Jose Reyes hit a popup near the seats in foul territory with one down, and Napoli raced over. Napoli went into the slide and made the grab a few feet in front of the wall.
Davis then doubled into right-center field, but Jon Lester got out of the inning by getting Jose Bautista to pop out to Stephen Drew.
Mid 5th, Blue Jays 2-0: The Red Sox keep getting baserunners, but Esmil Rogers keeps buckling down when he needs to.
Will Middlebrooks lifted a fly ball to right field with one out. Jose Bautista looked to have it sized up, but he appeared to lose it in the twilight with the roof open at Rogers Centre. The ball dropped behind Bautista, and Middlebrooks cruised into second base with a double.
Middlebrooks moved to third base when Jacoby Ellsbury grounded out to the right side. But again, the Red Sox couldn’t push across the run.
Shane Victorino lined out to center field to end the threat.
End 4th, Blue Jays 2-0: The breaks are going Toronto’s way.
Edwin Encarnacion led off the inning with a double down the left field line. It was his 23rd double of the season.
Brett Lawrie then lined out to Mike Napoli at first base, and Mark DeRosa almost did the same. DeRosa’s blooper sailed just out of Napoli’s reach, though, and it landed in fair territory up along the right field line. Encarnacion came around from second base with Toronto’s second run, while DeRosa cruised into second base with a double.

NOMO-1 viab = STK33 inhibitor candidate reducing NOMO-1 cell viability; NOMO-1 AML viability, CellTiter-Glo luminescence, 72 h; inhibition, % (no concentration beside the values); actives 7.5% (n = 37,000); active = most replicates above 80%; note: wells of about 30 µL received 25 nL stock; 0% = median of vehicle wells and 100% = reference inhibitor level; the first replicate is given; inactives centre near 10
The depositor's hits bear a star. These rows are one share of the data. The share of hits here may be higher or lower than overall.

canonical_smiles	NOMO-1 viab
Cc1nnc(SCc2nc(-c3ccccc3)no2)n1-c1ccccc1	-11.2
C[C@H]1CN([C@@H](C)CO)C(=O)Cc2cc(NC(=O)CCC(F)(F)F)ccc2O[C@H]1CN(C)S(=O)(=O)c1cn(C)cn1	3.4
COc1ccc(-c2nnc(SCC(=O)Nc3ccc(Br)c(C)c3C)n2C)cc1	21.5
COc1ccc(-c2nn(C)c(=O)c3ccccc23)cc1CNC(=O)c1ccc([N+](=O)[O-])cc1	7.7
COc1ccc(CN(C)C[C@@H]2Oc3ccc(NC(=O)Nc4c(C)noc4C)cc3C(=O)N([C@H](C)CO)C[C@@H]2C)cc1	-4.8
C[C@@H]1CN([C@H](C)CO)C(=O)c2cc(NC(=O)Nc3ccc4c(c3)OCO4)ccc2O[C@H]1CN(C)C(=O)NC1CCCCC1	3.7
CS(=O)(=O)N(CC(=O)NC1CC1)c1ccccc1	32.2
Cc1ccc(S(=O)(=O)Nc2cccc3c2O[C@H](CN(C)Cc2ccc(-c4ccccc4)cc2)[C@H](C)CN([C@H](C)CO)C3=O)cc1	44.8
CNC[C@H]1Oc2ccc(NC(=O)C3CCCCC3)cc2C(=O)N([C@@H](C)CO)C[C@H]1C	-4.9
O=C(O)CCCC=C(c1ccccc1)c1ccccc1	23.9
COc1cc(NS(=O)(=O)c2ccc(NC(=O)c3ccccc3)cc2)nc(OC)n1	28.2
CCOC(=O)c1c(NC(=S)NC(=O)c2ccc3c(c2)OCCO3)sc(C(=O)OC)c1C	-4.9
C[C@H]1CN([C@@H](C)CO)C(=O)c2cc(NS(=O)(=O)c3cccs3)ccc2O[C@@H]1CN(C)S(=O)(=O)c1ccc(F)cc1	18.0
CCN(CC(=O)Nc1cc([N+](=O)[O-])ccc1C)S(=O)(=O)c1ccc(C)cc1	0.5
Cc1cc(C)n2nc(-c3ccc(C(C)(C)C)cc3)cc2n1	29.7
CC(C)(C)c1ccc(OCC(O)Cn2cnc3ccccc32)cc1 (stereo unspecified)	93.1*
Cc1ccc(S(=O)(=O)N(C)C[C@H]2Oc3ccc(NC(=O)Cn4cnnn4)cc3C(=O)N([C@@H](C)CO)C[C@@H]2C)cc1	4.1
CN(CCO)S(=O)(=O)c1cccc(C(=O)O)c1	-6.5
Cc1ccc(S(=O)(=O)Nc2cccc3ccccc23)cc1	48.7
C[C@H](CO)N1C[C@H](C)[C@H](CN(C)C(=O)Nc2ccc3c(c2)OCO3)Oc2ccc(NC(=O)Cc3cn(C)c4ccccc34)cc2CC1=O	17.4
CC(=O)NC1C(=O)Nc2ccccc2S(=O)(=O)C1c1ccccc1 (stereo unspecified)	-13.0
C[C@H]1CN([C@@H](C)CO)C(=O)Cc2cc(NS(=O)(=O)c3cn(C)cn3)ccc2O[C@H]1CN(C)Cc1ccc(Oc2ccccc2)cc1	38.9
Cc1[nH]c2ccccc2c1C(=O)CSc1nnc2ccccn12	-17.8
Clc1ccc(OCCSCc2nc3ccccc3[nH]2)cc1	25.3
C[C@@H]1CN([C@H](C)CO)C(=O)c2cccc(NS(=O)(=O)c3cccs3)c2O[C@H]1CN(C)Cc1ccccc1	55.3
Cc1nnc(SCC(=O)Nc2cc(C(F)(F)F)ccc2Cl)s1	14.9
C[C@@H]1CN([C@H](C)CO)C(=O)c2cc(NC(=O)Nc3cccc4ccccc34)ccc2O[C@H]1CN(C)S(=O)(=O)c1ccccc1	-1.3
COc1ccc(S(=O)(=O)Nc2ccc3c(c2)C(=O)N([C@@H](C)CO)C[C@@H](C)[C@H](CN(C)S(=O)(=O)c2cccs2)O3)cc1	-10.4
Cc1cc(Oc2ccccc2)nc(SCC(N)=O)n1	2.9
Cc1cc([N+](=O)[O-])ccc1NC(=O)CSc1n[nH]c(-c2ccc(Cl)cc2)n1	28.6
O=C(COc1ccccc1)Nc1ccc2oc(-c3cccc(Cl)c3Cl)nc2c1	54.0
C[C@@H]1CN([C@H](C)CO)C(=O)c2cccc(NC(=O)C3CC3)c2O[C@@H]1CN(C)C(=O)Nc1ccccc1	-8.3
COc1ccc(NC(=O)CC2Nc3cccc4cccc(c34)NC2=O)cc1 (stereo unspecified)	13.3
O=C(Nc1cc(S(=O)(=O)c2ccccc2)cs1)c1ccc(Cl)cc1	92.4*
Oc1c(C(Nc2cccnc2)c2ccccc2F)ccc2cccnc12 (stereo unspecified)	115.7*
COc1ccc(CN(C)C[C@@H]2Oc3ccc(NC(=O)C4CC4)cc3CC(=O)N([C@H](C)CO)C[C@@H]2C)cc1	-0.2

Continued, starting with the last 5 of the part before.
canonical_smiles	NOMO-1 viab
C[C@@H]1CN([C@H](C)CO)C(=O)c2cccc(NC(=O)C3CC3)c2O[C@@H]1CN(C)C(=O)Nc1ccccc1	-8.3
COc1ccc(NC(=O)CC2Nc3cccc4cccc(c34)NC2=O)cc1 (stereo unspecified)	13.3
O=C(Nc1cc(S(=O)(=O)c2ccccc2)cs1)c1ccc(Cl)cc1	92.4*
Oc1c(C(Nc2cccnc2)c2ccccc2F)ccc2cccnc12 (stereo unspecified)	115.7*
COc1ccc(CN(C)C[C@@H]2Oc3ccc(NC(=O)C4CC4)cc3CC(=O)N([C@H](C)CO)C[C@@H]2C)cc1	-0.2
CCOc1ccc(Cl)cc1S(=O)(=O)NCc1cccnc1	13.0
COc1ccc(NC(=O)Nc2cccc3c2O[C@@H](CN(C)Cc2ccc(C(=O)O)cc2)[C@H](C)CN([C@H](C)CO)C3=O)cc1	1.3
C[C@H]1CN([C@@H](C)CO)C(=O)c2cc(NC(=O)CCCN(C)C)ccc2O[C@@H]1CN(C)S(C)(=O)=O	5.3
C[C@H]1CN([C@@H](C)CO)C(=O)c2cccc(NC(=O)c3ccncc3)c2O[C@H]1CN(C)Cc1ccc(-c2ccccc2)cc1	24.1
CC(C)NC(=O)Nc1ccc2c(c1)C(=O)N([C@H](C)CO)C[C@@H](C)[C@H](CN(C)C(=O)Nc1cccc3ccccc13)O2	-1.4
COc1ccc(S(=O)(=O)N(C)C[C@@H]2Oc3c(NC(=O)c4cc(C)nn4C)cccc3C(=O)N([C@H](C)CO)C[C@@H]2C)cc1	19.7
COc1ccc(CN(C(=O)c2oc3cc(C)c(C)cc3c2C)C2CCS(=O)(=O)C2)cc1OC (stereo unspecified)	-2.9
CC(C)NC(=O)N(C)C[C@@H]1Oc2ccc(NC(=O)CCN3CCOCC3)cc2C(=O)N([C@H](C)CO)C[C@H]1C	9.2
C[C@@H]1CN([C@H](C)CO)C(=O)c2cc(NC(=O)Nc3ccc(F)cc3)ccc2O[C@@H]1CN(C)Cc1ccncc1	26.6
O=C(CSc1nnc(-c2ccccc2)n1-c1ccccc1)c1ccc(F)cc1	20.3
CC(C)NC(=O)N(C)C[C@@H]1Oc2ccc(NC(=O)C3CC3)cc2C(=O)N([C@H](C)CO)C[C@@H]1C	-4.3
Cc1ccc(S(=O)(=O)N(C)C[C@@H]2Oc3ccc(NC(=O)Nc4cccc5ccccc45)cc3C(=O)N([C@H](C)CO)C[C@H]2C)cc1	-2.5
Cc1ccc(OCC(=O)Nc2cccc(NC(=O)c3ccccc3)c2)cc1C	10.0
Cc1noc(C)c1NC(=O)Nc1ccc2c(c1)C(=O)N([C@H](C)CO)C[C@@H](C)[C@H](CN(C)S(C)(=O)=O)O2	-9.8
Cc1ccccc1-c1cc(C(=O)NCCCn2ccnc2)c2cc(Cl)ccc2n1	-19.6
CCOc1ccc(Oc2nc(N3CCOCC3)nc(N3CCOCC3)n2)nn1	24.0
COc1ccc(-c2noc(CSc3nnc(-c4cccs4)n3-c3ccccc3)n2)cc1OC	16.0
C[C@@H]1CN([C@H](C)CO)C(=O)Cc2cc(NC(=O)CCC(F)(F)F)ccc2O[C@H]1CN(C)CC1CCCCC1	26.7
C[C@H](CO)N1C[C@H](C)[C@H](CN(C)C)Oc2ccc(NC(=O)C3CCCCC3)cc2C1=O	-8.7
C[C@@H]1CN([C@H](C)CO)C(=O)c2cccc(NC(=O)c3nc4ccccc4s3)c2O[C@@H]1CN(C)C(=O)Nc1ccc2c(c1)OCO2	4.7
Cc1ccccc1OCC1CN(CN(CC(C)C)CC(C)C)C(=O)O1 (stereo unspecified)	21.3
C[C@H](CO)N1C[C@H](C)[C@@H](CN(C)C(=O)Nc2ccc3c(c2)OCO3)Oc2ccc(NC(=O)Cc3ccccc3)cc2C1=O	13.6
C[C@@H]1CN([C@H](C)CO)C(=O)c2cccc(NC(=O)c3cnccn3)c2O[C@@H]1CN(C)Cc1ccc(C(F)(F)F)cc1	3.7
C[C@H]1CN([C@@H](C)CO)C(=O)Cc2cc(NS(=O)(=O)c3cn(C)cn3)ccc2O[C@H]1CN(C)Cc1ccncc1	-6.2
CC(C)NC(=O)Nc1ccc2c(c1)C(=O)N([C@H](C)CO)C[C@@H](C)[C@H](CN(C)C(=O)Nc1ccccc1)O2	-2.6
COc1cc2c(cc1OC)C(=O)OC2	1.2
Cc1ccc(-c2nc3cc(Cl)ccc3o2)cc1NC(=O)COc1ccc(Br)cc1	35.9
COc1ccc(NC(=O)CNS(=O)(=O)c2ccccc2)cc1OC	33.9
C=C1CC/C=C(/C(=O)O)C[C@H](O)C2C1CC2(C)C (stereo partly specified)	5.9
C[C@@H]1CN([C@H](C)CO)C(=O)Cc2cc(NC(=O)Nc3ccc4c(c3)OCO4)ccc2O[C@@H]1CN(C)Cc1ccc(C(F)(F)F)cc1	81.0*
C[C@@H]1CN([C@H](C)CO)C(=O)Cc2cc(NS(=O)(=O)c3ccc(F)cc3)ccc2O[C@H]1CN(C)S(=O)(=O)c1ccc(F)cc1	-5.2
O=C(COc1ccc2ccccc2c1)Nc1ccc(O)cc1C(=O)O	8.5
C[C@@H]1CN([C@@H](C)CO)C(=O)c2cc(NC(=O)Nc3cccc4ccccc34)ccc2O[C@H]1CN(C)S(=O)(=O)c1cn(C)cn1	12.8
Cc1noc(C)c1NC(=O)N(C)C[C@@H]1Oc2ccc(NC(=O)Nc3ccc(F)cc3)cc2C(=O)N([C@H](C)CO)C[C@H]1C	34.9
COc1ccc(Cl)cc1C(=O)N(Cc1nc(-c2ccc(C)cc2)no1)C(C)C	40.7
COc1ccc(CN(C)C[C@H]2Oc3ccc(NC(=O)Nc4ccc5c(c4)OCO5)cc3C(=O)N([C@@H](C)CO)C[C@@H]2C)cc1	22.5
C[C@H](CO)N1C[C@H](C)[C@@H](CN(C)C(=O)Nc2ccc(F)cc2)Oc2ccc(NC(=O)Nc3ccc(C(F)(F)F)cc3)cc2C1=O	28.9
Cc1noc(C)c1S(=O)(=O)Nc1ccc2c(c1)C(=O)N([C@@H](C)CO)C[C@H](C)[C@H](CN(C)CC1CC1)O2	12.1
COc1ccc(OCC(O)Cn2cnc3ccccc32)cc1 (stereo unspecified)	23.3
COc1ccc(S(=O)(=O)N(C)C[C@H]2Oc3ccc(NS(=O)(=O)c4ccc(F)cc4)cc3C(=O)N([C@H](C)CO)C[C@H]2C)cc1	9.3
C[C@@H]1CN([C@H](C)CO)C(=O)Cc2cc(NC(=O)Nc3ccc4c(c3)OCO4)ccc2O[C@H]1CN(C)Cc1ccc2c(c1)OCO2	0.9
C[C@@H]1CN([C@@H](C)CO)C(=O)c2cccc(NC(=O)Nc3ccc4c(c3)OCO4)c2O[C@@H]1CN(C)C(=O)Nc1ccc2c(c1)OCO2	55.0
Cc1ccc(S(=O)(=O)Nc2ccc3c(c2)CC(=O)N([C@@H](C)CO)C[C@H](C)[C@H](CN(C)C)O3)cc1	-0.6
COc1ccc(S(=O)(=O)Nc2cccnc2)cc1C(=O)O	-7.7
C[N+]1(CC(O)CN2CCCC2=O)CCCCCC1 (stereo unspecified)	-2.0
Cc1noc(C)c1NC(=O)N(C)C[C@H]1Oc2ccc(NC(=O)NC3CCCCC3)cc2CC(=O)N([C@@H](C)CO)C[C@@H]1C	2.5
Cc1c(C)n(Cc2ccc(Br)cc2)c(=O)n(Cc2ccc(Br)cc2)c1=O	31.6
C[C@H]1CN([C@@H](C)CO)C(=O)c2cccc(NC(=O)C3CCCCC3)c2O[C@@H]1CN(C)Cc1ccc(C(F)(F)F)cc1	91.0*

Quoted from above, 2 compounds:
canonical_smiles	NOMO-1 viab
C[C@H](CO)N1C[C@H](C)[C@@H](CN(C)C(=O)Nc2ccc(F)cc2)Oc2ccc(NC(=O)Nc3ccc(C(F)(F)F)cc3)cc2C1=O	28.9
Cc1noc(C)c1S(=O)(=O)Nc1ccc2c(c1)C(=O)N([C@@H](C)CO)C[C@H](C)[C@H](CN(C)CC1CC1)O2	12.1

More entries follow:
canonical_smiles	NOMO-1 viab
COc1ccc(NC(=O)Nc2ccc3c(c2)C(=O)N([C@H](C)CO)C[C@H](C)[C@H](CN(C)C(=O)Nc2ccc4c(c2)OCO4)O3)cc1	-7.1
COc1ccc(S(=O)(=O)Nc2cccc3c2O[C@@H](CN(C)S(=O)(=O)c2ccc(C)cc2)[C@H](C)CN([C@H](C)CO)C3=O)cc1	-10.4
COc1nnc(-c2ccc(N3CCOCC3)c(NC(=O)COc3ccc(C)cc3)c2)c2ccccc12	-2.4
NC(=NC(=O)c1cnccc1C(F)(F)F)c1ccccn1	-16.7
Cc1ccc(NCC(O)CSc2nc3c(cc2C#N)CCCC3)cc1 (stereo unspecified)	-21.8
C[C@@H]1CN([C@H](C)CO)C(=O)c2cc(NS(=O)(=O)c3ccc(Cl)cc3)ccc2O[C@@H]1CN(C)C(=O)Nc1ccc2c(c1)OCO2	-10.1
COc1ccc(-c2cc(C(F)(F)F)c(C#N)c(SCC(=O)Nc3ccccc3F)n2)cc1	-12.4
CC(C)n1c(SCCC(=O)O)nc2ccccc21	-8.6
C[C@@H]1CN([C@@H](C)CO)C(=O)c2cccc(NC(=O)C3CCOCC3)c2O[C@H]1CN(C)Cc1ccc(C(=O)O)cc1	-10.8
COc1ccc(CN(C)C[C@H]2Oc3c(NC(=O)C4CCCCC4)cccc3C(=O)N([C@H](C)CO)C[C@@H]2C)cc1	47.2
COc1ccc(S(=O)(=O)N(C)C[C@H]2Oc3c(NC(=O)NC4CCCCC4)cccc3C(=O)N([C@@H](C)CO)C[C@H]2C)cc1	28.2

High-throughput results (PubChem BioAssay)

J.P. Arencibia and Kevin Pillar each flied out to end the inning.
Mid 4th, Blue Jays 1-0: Munenori Kawasaki had a very impressive inning defensively.
Kawasaki first made an excellent play on a ground ball off the bat of Jonny Gomes. The Blue Jays second baseman ranged up the middle to make a nice backhanded play, although Gomes beat out his throw for an infield hit.
The Jays quickly wiped Gomes off the bases on a double play. Stephen Drew grounded to Kawasaki, who flipped to Jose Reyes to kick off the twin killing.
The inning ended with Kawasaki robbing Mike Napoli. Napoli lined what had the potential to be a two-out single, but Kawasaki leaped into the air and made the catch.
End 3rd, Blue Jays 1-0: The Blue Jays grabbed the lead on a Little League home run.
Jon Lester recorded two quick outs in the third inning, and he looked poised to record the final out. Rajai Davis hit a sharp liner back to the mound that Lester knocked down with his leg.
All hell broke loose from there.
Lester tried to flip underhanded to Mike Napoli at first base, but the ball got away and traveled up the right field line. Davis, who runs very well, tossed on the jets, rounded second and headed for third. Shane Victorino, who has a team-high eight outfield assists, tried to throw out Davis at third, but the ball shot past Will Middlebrooks. Davis popped up and headed home with Toronto’s first run.
The play was certainly unique, and it was something that you typically only see in Little League or even T-Ball. It still counts the same as a 500-foot blast, though.
Mid 3rd, 0-0: The shift worked perfectly against David Ortiz in the third inning.
Esmil Rogers got two quick outs in the third. Jacoby Ellsbury hit a little dribbler back to the mound, and Shane Victorino struck out swinging.